A new study shows that children with Attention Deficit Hyperactivity Disorder are almost four times as likely as others to be bullies. And, in an intriguing corollary, the children with ADHD symptoms were almost 10 times as likely as others to have been regular targets of bullies prior to the onset of those symptoms, according to the report in the February  issue of the journal Developmental Medicine & Child Neurology.
The study followed 577 children – the entire population of fourth graders from a municipality near Stockholm – for a year. The researchers interviewed parents, teachers and children to determine which kids were likely to have ADHD. Children showing signs of the disorder were then seen by a child neurologist for diagnosis. The researchers also asked the kids about bullying.
The results underscore the importance of observing how kids with ADHD symptoms interact with their peers, says study co-author Dr. Anders Hjern, a professor in pediatric epidemiology at the University of Uppsala in Stockholm. These kids might be making life miserable for their fellow students. Or it might turn out that the attention problems they’re exhibiting could be related to the stress of being bullied.
About 10 months prior to the publication of the Stockholm study, an article in the journal Ambulatory Pediatrics reported that children who have been diagnosed with both autism and ADHD are four times more likely than their peers in the general population to be bullies.
A May 23, 2007 article on the Medical News Today website provided the following information:
- Researchers with the Children's Institute in Rochester, N.Y., evaluated data that had been collected during the 2003 National Survey of Children's Health.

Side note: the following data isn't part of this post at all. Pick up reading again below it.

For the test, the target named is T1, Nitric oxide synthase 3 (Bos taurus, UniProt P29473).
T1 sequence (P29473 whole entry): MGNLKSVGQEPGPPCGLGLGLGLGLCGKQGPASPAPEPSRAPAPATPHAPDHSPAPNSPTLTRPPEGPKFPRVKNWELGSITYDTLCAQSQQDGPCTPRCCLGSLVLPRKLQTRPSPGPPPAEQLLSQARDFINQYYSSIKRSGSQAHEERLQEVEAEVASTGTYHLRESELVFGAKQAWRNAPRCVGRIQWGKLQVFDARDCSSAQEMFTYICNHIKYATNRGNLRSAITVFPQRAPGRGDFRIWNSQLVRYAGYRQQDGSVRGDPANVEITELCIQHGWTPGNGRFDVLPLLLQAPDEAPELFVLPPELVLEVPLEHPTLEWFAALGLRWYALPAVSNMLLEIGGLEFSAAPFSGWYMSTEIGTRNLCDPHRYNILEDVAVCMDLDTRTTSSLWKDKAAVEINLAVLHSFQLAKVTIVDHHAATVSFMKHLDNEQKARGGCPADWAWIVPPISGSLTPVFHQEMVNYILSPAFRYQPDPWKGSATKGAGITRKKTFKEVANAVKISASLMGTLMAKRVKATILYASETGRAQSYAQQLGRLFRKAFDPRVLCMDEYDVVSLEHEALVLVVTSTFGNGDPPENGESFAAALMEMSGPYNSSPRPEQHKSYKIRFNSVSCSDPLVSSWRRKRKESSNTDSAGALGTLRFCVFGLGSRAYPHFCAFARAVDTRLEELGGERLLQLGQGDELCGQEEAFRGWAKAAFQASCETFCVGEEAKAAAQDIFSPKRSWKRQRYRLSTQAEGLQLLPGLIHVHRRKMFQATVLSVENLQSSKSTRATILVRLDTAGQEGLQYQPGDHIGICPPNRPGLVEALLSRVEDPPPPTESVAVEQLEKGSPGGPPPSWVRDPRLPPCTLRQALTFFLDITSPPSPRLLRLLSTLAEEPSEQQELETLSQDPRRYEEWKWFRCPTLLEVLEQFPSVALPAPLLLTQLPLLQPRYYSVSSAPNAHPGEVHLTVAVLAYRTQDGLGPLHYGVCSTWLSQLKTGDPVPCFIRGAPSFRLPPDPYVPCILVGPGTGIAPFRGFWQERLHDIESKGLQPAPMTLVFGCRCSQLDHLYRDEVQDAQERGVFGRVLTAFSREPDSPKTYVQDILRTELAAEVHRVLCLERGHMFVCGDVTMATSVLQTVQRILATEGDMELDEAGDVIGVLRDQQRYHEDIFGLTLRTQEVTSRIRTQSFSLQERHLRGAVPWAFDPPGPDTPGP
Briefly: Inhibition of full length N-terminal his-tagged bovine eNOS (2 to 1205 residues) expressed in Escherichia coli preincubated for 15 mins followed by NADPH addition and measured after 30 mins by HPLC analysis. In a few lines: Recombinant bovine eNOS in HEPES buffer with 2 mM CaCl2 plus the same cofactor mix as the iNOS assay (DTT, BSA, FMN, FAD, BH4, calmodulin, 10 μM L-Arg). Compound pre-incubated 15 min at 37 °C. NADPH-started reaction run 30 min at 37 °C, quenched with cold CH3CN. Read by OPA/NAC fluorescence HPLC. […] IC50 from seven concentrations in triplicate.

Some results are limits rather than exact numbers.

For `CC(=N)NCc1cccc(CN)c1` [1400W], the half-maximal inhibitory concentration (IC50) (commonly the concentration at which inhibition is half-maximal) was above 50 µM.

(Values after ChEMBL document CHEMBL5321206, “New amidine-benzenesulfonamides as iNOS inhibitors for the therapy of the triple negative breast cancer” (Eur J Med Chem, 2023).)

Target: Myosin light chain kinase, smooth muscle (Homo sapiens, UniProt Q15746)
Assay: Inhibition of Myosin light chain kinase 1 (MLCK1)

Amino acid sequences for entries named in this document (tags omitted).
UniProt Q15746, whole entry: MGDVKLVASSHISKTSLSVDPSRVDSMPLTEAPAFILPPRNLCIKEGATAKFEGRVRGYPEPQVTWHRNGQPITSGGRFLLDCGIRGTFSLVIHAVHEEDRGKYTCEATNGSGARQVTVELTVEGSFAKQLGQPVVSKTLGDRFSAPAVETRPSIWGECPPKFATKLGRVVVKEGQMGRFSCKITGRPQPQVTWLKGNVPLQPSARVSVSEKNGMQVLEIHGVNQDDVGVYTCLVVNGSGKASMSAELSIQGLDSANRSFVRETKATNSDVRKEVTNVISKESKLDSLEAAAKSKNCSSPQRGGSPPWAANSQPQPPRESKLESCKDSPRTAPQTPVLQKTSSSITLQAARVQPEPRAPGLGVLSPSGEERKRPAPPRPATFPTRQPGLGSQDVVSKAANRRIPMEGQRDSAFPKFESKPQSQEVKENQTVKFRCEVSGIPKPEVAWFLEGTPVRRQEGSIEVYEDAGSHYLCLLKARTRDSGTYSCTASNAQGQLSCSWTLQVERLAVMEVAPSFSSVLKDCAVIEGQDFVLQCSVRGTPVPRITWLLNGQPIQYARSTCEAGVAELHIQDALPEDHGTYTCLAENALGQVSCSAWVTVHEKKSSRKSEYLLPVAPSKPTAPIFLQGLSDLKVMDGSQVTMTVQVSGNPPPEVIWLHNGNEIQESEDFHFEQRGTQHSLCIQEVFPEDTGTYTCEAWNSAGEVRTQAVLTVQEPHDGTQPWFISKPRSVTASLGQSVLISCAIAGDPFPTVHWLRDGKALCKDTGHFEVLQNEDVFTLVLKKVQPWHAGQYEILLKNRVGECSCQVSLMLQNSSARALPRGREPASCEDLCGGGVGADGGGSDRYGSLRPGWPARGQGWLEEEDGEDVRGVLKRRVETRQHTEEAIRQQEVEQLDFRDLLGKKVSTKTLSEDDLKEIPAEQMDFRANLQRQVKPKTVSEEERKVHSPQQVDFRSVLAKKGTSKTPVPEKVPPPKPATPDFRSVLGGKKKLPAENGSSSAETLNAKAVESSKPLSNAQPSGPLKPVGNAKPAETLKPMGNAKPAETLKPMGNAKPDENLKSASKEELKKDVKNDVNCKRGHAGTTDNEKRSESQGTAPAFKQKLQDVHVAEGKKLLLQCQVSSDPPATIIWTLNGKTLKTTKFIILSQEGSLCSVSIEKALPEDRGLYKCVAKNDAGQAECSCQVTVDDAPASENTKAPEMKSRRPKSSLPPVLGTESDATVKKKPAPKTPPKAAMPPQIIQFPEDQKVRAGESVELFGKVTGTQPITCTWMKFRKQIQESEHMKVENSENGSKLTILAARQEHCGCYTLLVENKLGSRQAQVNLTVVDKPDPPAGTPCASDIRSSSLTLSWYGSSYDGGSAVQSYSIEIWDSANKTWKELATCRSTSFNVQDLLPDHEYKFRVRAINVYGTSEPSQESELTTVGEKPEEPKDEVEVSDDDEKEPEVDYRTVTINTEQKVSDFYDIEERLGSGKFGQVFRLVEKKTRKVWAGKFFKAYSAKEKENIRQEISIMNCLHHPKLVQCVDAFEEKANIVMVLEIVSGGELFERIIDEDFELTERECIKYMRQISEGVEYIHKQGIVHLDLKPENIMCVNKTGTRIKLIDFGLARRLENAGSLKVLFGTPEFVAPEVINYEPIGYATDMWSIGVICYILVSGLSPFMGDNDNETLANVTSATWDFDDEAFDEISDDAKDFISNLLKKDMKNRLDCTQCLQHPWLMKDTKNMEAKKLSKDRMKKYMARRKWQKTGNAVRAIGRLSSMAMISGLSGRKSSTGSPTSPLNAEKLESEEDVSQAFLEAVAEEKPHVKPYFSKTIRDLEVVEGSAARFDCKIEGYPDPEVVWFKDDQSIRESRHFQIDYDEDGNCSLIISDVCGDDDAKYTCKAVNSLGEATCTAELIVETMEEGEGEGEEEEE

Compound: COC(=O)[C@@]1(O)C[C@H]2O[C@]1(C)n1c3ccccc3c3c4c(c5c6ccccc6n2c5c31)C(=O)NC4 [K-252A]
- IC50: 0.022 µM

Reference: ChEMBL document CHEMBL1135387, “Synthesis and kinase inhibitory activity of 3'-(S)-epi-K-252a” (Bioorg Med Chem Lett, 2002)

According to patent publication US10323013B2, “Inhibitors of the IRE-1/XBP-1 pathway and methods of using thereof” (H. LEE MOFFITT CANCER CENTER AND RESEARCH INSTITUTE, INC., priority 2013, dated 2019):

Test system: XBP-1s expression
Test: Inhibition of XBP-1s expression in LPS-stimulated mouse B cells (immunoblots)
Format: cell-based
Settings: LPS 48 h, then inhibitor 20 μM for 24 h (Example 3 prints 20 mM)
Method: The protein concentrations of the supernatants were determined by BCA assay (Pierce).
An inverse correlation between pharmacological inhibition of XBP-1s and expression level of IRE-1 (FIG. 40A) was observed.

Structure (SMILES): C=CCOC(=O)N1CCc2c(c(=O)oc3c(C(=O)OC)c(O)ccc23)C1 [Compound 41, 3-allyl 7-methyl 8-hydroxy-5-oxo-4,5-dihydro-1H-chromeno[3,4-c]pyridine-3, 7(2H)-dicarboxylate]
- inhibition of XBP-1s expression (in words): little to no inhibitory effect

- The data sample that researchers analyzed included information on 53,219 children between the ages of 6 and 17.
- The researchers hypothesized that that children with autism may be more likely to bully others for the following three reasons: 1. They are more often male (who are more likely to bully); 2.They are more likely to be bullied (and victims are more likely to bully); 3. Many children with autism require treatment for aggression (which potentially includes bullying).
- The researchers discovered that autistic children did not have higher rates of bullying unless they also had Attention Deficit Hyperactivity Disorder.
Bullying remains a prevalent problem in U.S. schools, and children with ADHD face significant challenges related to bullying others or being victimized themselves. And though ADHD medications do not appear to affect bullying, there are steps that parents and children can take to decrease the likelihood that they will be affected by bullying.
For example, in Shoshone, Idaho, the SUWS wilderness program has more than 30 years of experience providing therapeutic wilderness experiences for teens with ADHD, mood disorders, attachment disorders, and tendencies toward defiance and manipulation. Employing an innovative "search and rescue" treatment model, SUWS identifies and addresses the underlying causes of negative teen behaviors, and helps adolescents develop the skills and healthy attitudes that allow them to become positive contributing members of their families, schools, and communities.